If you plan to sell live lobsters at your restaurant, you’ll need to learn to maintain your lobster population.
While there are live wells and lobster pools available to keep your lobsters fresh and alive, most restaurants can’t afford the cost, upkeep or space for such a luxury.
The high cost and high risk of live lobsters can prevent some restaurants from adding these tasty crustaceans to their daily fare.
While there is a common sense approach to handling live lobsters, there are also some simple not so common practices that will make selling live lobsters more profitable in the long run.
When your lobsters arrive, you should inspect them immediately.
Your lobsters should be alive and fiesty.
If any of your lobsters appear dead or very sluggish then they should be cooked immediately.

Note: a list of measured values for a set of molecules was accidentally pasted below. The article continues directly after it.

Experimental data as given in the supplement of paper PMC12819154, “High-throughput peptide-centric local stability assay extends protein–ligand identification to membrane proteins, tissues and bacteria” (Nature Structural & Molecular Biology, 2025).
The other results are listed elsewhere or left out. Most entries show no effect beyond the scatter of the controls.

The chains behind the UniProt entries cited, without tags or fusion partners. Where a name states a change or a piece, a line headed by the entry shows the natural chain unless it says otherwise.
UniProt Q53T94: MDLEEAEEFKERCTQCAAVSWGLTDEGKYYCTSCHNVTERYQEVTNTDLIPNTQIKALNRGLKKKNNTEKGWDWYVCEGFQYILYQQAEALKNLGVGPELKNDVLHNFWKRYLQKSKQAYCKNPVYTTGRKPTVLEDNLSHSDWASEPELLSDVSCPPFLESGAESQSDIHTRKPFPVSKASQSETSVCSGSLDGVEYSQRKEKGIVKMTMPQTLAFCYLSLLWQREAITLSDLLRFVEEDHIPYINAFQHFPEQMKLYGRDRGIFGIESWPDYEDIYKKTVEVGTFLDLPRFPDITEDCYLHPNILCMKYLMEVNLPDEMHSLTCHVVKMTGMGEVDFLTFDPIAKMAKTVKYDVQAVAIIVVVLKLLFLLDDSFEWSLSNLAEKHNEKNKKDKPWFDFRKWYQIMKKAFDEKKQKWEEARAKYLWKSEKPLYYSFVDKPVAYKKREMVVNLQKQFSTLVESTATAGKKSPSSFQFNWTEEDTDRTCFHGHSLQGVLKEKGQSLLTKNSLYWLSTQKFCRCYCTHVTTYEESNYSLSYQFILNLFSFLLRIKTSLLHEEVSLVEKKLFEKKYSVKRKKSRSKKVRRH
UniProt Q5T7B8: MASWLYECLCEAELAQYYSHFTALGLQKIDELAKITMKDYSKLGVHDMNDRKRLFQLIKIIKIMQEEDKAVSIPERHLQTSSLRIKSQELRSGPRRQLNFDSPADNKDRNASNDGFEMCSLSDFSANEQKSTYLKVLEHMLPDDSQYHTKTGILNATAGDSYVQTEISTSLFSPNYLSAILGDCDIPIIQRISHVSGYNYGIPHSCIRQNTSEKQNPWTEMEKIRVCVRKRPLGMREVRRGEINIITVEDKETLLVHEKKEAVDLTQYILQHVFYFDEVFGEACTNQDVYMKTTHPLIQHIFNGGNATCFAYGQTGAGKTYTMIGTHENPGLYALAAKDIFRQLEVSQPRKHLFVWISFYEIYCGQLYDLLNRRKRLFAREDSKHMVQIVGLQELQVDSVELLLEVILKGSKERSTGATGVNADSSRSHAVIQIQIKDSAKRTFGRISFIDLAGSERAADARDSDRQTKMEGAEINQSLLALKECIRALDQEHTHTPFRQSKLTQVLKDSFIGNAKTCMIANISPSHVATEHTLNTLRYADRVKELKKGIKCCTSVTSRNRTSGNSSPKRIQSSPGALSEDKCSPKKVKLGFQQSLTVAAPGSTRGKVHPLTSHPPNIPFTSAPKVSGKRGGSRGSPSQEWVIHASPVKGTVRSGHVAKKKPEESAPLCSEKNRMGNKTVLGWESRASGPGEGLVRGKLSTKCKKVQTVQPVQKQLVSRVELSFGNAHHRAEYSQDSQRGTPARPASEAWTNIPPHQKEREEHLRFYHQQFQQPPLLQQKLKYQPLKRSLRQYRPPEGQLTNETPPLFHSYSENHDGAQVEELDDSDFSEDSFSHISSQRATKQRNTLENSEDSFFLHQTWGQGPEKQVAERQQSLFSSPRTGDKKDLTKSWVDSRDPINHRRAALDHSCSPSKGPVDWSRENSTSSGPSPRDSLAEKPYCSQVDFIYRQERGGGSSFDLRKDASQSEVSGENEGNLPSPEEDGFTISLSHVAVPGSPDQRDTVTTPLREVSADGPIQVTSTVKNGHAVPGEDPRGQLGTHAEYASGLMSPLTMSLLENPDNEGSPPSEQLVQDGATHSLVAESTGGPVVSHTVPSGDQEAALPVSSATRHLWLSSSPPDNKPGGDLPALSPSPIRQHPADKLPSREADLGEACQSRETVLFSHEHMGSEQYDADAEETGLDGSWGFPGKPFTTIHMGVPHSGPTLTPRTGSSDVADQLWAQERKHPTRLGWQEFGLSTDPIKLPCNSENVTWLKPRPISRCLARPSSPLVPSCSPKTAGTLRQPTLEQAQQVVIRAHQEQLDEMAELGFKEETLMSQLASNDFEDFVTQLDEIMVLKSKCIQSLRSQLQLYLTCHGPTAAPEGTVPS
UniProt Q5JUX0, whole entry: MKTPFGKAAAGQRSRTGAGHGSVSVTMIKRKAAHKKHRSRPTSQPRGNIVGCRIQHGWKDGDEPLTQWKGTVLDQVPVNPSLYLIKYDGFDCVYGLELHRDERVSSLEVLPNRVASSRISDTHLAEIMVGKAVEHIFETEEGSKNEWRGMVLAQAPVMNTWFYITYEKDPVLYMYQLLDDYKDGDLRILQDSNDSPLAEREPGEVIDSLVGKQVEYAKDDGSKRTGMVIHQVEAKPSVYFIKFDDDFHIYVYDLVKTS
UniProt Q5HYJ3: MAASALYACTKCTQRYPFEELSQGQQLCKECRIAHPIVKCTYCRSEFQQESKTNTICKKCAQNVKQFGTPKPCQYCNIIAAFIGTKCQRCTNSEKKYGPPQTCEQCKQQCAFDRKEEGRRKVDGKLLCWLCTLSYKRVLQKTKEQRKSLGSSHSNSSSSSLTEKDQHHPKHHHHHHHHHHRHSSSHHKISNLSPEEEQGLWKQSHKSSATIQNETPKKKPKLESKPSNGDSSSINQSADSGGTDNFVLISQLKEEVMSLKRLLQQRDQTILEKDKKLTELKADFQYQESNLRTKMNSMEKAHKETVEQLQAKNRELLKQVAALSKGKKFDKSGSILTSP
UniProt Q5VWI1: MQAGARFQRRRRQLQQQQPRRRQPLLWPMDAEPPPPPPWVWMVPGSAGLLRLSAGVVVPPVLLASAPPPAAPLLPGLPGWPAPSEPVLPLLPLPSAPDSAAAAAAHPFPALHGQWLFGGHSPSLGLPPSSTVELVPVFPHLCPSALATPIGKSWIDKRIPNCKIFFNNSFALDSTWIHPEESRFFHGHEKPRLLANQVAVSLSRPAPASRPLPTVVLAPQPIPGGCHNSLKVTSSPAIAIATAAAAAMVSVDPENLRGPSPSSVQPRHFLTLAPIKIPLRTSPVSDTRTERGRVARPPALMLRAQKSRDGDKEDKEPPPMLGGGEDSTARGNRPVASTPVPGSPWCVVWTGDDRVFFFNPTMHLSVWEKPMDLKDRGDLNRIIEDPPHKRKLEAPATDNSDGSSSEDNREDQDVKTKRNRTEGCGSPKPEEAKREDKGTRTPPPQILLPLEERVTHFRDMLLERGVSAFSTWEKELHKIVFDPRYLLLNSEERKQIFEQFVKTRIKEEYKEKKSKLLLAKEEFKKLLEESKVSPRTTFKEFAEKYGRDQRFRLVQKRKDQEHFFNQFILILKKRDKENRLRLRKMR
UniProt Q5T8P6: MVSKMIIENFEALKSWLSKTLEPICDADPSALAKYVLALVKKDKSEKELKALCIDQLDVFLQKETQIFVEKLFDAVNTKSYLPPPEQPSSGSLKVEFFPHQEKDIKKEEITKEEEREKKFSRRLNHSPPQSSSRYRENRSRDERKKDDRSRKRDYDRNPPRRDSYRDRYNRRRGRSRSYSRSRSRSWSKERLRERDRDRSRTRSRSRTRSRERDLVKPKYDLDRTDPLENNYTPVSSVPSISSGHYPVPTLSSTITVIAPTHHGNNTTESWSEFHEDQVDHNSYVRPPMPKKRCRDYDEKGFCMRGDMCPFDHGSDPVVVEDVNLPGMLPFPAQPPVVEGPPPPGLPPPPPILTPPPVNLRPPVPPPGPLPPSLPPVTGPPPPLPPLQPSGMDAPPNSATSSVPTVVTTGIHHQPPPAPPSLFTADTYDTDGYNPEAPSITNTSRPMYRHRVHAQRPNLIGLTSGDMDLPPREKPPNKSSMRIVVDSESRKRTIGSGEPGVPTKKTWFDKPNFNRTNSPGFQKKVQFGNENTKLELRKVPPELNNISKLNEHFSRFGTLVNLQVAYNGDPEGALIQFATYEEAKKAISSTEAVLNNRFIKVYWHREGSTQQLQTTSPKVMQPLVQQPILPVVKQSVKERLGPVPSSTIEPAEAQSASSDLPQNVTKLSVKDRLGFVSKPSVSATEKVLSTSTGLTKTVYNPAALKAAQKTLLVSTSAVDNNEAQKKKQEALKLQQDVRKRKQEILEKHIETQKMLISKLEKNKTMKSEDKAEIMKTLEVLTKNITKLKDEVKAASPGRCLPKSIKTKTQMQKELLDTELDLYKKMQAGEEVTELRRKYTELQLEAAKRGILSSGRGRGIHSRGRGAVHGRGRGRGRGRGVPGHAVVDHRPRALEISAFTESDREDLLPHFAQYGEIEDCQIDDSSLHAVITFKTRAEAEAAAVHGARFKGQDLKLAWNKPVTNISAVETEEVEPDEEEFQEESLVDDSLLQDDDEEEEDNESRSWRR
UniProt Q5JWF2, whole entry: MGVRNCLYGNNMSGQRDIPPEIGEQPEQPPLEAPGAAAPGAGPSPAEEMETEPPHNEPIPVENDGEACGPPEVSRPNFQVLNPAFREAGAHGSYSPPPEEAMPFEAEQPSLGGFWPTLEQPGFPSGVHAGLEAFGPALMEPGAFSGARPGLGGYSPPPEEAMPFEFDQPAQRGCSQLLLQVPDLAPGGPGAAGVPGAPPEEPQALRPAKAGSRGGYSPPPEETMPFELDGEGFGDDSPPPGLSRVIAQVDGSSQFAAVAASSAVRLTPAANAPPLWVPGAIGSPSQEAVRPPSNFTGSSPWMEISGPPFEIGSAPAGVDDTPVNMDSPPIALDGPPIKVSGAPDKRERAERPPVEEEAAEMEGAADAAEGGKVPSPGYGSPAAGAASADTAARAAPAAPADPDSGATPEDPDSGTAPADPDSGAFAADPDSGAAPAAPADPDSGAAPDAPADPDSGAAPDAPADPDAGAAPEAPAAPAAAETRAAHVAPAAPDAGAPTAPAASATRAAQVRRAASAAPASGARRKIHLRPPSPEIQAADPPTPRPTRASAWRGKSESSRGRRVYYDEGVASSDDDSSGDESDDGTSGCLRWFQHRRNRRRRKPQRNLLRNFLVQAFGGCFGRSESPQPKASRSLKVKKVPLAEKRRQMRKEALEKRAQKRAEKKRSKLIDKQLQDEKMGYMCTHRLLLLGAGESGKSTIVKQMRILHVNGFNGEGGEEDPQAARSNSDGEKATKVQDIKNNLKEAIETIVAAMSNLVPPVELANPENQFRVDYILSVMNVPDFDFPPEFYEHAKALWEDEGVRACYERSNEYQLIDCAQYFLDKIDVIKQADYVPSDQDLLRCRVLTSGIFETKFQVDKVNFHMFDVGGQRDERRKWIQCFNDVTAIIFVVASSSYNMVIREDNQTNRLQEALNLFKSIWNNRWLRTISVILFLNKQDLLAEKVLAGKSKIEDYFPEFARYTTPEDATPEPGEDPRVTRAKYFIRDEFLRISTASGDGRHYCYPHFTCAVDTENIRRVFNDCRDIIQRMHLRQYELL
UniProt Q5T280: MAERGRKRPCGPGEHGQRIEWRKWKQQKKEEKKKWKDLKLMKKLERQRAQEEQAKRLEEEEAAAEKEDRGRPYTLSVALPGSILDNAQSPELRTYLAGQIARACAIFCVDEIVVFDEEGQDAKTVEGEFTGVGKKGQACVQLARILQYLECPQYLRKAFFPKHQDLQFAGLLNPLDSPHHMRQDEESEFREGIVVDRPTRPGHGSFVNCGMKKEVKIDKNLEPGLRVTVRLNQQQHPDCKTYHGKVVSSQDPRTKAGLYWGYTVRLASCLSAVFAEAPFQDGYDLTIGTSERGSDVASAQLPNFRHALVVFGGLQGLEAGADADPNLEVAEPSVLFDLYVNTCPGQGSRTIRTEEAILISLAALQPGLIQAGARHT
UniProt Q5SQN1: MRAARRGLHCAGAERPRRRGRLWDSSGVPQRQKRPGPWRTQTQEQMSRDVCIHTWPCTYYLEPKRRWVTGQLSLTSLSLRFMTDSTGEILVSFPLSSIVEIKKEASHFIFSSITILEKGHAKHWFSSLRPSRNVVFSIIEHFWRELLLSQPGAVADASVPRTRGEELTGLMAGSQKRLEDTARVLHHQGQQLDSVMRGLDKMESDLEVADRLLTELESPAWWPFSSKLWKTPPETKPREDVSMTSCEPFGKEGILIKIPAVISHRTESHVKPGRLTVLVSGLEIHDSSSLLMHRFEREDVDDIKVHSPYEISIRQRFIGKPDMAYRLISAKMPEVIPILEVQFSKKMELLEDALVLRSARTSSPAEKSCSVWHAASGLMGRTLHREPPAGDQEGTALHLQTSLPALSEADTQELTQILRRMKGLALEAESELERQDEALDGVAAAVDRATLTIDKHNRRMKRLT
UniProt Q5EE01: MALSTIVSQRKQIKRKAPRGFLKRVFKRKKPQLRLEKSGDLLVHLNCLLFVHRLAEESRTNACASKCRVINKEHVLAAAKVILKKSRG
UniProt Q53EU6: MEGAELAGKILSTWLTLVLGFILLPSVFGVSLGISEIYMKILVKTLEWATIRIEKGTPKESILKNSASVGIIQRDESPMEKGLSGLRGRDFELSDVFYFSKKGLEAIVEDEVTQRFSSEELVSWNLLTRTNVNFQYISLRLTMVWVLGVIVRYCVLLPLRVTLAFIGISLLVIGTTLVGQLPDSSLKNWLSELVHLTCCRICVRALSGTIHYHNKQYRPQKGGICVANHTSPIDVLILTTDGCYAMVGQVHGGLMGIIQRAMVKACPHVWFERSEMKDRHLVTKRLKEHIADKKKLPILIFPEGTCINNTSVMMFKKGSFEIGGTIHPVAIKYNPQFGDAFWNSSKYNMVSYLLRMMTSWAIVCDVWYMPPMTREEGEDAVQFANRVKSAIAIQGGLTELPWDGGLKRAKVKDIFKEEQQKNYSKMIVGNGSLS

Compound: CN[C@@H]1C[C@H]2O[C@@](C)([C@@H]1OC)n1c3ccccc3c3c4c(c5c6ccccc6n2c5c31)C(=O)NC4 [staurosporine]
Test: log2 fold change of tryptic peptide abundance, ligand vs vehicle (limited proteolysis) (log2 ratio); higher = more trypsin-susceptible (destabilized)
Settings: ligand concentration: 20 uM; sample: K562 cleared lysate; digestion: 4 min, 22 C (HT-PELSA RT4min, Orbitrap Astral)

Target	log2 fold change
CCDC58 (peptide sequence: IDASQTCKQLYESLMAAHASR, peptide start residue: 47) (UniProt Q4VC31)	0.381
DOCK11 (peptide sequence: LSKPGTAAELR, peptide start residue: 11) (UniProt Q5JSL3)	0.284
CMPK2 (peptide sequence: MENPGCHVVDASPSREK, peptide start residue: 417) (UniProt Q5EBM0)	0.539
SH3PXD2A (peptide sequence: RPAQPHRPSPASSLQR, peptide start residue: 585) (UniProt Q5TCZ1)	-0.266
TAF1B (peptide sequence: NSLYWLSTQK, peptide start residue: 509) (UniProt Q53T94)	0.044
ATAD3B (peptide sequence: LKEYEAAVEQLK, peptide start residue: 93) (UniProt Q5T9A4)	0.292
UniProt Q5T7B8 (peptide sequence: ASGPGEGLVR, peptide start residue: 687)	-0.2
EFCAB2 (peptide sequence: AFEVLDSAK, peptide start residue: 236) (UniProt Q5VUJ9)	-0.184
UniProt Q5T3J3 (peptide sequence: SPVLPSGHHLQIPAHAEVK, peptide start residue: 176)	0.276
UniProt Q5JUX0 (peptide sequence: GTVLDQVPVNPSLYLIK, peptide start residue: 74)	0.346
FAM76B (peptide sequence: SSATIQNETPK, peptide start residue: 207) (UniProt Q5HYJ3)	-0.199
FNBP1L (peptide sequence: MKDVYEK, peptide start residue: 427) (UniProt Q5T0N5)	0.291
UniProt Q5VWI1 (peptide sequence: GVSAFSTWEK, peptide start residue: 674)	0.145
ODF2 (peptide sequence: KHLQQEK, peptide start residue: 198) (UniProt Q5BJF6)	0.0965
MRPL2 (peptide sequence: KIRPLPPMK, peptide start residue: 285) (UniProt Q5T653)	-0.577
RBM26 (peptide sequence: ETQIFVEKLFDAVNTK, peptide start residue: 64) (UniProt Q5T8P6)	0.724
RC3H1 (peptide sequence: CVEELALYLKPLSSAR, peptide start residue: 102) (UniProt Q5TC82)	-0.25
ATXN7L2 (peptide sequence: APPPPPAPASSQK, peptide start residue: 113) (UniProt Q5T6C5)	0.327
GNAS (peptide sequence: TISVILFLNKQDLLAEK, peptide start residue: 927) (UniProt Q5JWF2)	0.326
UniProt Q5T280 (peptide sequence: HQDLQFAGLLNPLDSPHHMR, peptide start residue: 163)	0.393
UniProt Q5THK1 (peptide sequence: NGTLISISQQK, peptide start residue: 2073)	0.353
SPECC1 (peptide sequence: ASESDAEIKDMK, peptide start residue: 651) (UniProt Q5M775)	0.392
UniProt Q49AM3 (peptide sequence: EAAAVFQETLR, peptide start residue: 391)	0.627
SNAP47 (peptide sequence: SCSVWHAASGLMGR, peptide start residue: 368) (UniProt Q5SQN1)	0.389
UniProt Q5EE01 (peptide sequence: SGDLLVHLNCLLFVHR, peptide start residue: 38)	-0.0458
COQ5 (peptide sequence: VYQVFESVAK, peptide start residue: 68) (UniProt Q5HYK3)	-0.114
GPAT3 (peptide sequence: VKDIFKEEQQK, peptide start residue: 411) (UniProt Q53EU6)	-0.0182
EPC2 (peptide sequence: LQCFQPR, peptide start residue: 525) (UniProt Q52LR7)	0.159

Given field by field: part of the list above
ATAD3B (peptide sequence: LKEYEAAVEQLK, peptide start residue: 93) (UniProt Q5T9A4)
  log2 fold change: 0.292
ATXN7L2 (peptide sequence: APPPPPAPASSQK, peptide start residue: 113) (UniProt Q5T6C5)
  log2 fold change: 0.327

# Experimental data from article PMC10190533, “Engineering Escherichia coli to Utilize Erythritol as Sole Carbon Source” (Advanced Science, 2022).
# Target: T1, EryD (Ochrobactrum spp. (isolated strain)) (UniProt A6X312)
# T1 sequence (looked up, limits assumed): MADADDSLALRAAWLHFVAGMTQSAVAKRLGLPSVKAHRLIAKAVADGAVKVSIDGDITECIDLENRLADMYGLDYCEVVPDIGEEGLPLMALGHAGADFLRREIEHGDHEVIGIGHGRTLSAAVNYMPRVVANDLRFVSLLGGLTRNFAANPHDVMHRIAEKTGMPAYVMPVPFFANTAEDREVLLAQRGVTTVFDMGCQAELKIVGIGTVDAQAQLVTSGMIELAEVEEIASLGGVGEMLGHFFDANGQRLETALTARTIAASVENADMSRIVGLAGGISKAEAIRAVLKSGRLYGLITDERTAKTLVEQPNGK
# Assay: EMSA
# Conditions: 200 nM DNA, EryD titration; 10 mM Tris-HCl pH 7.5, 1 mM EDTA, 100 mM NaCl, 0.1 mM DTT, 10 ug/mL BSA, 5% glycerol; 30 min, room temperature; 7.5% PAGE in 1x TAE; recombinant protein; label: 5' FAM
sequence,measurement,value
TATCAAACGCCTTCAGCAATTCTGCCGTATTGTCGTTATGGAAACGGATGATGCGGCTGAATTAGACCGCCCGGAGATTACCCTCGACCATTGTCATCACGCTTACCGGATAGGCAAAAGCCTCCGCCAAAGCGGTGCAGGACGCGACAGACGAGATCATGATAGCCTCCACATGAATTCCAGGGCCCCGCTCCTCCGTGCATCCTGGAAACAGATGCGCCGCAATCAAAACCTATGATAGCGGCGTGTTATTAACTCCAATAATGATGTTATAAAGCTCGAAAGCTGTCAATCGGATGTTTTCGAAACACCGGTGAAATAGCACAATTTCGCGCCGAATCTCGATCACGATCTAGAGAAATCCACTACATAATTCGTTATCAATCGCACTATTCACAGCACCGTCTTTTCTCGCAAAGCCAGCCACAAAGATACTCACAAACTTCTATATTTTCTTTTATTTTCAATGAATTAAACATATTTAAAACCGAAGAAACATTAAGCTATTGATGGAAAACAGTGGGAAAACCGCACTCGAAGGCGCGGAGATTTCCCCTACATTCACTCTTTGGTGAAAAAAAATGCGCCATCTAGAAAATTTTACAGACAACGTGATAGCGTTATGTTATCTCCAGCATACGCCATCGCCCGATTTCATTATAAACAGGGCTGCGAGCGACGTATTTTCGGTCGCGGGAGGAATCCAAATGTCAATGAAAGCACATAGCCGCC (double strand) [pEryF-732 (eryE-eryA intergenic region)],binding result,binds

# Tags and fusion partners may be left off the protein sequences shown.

Also inspect your lobster for any signs of trauma to its body or appendages. – Remember that your cooked lobster must be appealing to the eye when it is served.
Transfer all the live lobsters to a clean and dry plastic tub or stainless steel pan. Do not cover them with anything (biggest rule – CLEAN & DRY).
Any lobsters leftover at the end of the day should stay in its container until the next morning.
On the following shift, your lobsters should be reinspected using the same procedures.
Any dead lobsters should be cooked as soon as possible.
Your cooked lobsters can be cooled and reheated in a pot of boiling water.
Any lobster that can not be reheated because of imperfections can be ‘shucked’ of its meat and used for any of the lobster recipes found on our site.
If you do begin to sell live lobster, consider adding a menu item that incorporates lobster meat such as a New England Lobster Roll. This will give you an opportunity to use any shucked meat quickly.